Central and East European
Society for Phenomenology

Conference | Paper

The Things that Make Us. Thinking Sociality through a Phenomenology of Artefacts

Fabio Tommy Pellizzer

Thursday 2 December 2021

12:50 - 13:30

Zoom 1-1

Phenomenology offers very important tools to theorize sociality and to describe the manifold facets of social life. Whilst the emphasis on lived-experience and inter-subjectivity characterizes many approaches, in this paper I wish to explore a different path, asking whether and how a phenomenology of social world can be accomplished via a phenomenology of artefacts, and then how such an approach allows a better understanding of symbolic and cultural variability.

As I will show in the first part, the emphasis (in disciplines like archaeology and paleoanthropology) on “material culture” indicates that sociality as we know it has developed through a more and more complex relation with artefacts. Things extend and shape both range and form of the inter-subjective life, refracting the experience of others through the prism of materiality, projecting sociality into complex and highly variable paths. I will consider concrete examples of artefacts like signs, commodities, and ritual objects, and ask if phenomenology is able to explain their constitution and role with regard to social life. What artefacts are for us is always more than what they are in a basic sense. Archaeologists suggest that this “more”—e.g., values, meanings—emerges precisely in our concrete and inter-subjective engagement with things and materials (exchange of commodities, personalization of tools, “expressive” use of materials and things as colors and seashells). This idea of material culture poses a great challenge for philosophers and can be fruitfully addressed by phenomenology.

The hypothesis, presented in the second part of the paper, consists in focusing on human capacity of making and recognizing artefacts as things that have an impact on minds. Thus, I distinguish between two attitudes: 1) the use of tools, as things that have an impact on the world and, therefore, on minds; 2) the use artefacts, as things that have an impact on minds and, therefore, on the world. To explain the constitution of artefacts, I will first build upon the Husserlian and Heideggerian phenomenology and highlight the “indicative structure” of perceptual objects and tools as constituted through “pre-delineations,” “indications” of meaning, and within “referential contexts.” Then, I will ask if this view can account for artefacts like commodities, signs, and ritual objects. I call attention to a phenomenological feature of our experience of artefacts, i.e., the fact that they exhibit concrete, material “indications” of other minds. This “social salience” of artefacts will be discussed by reference to our use of signs (as described, for example, by Heidegger) and then by borrowing insights from ethnology, paleo-anthropology, and cognitive archaeology. The idea is that artefacts are not just constituted by indications or pre-delineations (as tools or perceptual objects); they are also (and essentially) made of concrete indications, i.e., material patterns of handiness that display human intentionality, making this available to individual and groups, exchangeable and transmittable between different generations and communities.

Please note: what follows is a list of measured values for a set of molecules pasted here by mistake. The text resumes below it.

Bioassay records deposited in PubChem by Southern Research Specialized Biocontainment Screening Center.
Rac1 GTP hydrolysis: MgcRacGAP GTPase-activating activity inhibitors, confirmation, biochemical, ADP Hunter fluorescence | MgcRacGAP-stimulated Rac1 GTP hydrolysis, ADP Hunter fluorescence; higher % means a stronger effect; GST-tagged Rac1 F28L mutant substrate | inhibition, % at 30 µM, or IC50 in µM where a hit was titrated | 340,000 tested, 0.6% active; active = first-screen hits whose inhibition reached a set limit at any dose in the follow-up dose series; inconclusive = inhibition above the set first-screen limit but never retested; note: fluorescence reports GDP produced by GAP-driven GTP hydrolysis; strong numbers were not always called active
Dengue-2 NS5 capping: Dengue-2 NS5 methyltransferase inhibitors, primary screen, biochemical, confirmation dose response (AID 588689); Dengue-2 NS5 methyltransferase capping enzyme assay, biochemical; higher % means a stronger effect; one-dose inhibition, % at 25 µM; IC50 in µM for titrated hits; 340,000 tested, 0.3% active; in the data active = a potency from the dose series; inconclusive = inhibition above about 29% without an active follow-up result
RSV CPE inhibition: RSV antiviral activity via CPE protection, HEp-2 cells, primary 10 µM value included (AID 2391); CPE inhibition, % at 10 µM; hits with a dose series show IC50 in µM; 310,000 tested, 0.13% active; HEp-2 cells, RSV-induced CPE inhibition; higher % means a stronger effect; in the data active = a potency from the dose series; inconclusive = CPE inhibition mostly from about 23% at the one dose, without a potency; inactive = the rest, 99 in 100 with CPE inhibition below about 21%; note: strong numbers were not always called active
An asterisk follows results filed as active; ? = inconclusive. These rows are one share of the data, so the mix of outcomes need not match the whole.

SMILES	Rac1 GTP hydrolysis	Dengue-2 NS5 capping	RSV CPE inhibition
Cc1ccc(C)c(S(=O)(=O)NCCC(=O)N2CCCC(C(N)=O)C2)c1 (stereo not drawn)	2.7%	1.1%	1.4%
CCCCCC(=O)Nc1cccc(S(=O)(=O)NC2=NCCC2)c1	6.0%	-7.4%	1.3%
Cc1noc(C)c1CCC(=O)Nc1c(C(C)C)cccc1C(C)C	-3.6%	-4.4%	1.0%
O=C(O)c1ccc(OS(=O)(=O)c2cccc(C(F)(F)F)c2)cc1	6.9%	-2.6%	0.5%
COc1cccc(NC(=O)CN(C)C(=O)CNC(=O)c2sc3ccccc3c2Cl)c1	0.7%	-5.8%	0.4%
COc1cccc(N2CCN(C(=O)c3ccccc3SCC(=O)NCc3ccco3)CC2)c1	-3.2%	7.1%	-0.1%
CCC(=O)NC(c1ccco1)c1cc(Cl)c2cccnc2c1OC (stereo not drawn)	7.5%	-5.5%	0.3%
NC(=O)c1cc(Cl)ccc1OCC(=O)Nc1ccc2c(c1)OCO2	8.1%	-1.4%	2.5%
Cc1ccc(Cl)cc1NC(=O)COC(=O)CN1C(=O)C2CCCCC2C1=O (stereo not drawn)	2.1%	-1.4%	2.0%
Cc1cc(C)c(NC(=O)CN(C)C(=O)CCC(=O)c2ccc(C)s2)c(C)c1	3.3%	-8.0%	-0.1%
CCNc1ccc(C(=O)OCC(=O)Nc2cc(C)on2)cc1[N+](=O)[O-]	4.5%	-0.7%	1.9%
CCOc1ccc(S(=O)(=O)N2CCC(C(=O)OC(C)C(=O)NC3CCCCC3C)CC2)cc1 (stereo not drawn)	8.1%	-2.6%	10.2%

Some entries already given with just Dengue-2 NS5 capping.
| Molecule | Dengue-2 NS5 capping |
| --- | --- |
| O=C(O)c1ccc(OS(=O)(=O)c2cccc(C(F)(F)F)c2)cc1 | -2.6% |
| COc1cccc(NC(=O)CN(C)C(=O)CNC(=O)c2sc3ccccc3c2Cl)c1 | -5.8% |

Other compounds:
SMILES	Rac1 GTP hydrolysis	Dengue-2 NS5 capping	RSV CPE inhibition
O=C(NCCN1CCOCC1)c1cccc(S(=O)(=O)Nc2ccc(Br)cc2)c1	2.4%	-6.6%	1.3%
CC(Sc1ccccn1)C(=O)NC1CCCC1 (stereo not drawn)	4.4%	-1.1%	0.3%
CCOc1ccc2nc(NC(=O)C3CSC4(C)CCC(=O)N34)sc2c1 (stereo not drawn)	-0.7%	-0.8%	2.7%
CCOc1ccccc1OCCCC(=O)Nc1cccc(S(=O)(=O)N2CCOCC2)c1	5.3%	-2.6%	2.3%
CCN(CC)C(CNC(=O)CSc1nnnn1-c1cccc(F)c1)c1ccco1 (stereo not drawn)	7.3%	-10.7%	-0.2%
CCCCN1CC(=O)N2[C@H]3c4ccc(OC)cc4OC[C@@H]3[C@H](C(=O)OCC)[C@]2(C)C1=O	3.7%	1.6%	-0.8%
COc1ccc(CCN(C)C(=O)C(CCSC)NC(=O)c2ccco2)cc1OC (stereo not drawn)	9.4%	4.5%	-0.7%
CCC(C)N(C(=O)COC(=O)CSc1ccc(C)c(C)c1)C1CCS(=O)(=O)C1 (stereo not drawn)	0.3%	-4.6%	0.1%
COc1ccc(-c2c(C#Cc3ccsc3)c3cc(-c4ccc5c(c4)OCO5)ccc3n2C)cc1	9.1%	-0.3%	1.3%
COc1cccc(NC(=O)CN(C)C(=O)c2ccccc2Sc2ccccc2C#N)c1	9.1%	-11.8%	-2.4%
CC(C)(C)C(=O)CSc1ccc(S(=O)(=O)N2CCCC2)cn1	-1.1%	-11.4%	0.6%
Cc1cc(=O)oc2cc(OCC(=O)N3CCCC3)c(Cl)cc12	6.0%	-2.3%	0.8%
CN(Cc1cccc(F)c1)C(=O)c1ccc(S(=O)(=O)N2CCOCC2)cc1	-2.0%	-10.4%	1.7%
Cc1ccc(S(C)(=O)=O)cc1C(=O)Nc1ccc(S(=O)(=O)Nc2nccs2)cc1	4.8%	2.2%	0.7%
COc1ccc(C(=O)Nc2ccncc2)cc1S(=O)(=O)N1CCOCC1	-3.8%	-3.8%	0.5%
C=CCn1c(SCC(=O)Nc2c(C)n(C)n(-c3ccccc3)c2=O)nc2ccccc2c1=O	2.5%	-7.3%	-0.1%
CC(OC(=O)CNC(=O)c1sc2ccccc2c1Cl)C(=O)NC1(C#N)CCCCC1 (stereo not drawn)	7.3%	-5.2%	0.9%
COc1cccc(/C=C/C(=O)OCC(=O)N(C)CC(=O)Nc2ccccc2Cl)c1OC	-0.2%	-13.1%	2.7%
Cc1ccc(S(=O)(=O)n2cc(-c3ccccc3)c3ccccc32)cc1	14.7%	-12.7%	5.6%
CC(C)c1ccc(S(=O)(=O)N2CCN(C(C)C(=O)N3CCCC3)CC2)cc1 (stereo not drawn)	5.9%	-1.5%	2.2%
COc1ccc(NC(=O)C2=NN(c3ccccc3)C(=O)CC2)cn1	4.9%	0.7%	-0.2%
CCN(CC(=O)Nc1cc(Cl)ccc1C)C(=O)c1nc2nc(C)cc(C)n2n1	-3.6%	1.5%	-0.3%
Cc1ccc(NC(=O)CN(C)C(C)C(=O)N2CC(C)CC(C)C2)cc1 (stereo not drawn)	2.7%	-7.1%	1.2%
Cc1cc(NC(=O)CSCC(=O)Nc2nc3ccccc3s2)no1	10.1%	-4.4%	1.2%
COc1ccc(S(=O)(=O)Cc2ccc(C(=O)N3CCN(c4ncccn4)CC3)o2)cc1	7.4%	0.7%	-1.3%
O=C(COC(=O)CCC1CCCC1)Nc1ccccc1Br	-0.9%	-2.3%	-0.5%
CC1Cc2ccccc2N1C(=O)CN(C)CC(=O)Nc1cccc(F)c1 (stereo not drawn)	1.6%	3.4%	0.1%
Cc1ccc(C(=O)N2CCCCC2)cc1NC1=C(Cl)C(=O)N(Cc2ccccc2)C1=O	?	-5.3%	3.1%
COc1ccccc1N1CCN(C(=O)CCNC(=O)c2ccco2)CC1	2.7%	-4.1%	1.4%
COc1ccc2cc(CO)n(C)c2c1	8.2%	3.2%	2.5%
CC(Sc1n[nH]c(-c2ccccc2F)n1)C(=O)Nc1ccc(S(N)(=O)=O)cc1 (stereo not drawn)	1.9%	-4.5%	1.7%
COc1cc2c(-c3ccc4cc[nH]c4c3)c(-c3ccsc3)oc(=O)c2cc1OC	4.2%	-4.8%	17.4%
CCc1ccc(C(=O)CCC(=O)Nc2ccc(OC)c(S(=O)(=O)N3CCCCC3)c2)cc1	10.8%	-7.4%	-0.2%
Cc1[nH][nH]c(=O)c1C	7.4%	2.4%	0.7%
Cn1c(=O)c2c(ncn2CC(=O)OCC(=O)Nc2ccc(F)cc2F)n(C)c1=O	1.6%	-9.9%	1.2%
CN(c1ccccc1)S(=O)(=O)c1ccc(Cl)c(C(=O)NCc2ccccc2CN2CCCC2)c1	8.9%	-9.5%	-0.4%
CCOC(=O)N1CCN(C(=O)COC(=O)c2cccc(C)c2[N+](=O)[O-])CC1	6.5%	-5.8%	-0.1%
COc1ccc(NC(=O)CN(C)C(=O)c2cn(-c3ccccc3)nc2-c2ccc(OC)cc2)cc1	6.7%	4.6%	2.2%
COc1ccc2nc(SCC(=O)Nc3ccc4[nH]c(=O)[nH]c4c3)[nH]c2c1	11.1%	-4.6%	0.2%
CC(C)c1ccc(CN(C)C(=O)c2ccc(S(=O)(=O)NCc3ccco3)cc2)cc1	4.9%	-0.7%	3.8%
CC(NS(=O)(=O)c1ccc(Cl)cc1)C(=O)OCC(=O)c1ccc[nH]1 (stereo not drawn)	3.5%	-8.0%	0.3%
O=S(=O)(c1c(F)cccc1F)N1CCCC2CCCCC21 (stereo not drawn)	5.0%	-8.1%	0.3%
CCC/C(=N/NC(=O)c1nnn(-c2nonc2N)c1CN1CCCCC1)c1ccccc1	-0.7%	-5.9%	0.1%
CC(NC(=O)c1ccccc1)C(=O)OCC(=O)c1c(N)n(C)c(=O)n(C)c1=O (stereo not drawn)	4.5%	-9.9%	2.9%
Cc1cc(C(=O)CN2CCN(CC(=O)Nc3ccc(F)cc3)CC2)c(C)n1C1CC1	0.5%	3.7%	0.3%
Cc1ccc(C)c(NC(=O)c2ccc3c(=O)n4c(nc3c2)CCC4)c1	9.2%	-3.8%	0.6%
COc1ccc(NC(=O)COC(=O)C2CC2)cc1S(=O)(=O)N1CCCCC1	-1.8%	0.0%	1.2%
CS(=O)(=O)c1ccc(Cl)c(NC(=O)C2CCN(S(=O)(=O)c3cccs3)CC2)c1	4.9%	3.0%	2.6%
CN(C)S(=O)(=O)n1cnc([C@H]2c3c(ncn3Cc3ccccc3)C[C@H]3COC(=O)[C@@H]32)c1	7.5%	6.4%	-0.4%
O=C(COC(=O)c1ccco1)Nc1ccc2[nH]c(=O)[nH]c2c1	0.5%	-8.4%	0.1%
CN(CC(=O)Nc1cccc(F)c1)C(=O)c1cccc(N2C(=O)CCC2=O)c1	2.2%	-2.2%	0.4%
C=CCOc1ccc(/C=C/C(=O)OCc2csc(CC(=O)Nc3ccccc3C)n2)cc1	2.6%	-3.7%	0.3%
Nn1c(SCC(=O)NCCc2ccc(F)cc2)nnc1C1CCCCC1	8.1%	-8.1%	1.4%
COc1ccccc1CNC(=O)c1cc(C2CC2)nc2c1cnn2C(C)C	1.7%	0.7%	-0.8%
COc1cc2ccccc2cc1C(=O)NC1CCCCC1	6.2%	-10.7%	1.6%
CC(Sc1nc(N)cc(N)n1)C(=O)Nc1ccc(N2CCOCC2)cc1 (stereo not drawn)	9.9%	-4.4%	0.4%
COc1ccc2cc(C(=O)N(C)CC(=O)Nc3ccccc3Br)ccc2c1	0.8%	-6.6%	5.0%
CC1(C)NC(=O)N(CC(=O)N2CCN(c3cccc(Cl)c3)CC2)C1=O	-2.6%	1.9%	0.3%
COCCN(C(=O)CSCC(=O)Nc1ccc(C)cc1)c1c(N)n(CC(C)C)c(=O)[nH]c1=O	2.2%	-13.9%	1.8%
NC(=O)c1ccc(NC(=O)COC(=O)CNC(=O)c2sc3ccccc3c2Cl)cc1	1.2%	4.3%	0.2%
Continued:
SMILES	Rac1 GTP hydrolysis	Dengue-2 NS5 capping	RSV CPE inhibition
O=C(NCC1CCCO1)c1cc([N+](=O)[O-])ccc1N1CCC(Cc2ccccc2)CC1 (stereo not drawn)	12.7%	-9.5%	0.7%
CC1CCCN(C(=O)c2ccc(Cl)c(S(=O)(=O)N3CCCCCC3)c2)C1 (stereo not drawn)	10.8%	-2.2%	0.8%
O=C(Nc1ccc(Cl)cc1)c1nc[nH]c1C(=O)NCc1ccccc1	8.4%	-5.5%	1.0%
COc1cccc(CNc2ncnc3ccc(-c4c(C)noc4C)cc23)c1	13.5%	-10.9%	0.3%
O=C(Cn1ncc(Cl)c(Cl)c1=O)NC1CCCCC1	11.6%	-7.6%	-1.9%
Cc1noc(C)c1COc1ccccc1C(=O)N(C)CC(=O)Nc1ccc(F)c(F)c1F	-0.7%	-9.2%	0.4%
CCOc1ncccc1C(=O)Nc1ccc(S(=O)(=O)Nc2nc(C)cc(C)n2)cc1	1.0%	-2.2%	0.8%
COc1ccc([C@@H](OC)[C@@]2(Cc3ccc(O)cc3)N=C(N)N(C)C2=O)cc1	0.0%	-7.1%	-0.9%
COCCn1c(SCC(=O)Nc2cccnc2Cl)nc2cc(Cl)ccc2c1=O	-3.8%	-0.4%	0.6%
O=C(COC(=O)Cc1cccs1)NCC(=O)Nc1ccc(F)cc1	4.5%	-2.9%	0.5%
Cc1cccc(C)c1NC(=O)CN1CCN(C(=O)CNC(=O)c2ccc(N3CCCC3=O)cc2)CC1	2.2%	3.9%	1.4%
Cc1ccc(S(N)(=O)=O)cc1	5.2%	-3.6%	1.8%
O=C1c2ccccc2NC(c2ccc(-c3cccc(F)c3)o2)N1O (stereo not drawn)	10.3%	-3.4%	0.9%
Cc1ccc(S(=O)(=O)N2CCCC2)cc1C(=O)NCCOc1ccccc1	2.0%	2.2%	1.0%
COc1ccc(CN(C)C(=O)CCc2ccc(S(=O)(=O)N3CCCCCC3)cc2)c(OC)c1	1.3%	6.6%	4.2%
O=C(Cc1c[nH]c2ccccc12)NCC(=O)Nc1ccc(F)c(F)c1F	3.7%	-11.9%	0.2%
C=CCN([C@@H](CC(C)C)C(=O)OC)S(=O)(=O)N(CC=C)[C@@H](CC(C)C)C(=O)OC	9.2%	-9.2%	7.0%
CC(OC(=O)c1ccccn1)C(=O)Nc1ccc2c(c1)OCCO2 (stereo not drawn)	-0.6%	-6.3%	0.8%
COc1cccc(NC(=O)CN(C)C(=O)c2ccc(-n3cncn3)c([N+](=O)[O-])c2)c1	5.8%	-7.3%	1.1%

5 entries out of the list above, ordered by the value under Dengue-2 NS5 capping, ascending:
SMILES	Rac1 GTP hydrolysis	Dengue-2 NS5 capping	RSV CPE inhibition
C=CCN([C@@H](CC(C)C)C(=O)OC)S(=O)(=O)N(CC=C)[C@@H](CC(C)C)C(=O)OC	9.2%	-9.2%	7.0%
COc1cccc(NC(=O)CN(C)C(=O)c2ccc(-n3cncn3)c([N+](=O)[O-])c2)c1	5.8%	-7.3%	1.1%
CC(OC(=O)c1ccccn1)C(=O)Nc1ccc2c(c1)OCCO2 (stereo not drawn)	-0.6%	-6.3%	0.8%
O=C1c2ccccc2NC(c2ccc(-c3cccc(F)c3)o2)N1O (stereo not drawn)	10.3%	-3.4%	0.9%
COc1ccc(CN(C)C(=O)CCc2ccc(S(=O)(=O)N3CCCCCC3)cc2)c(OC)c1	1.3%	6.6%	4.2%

In the conclusion, I will consider some examples of artefacts, and suggest how a phenomenological approach can help understanding social complexity and symbolic variability.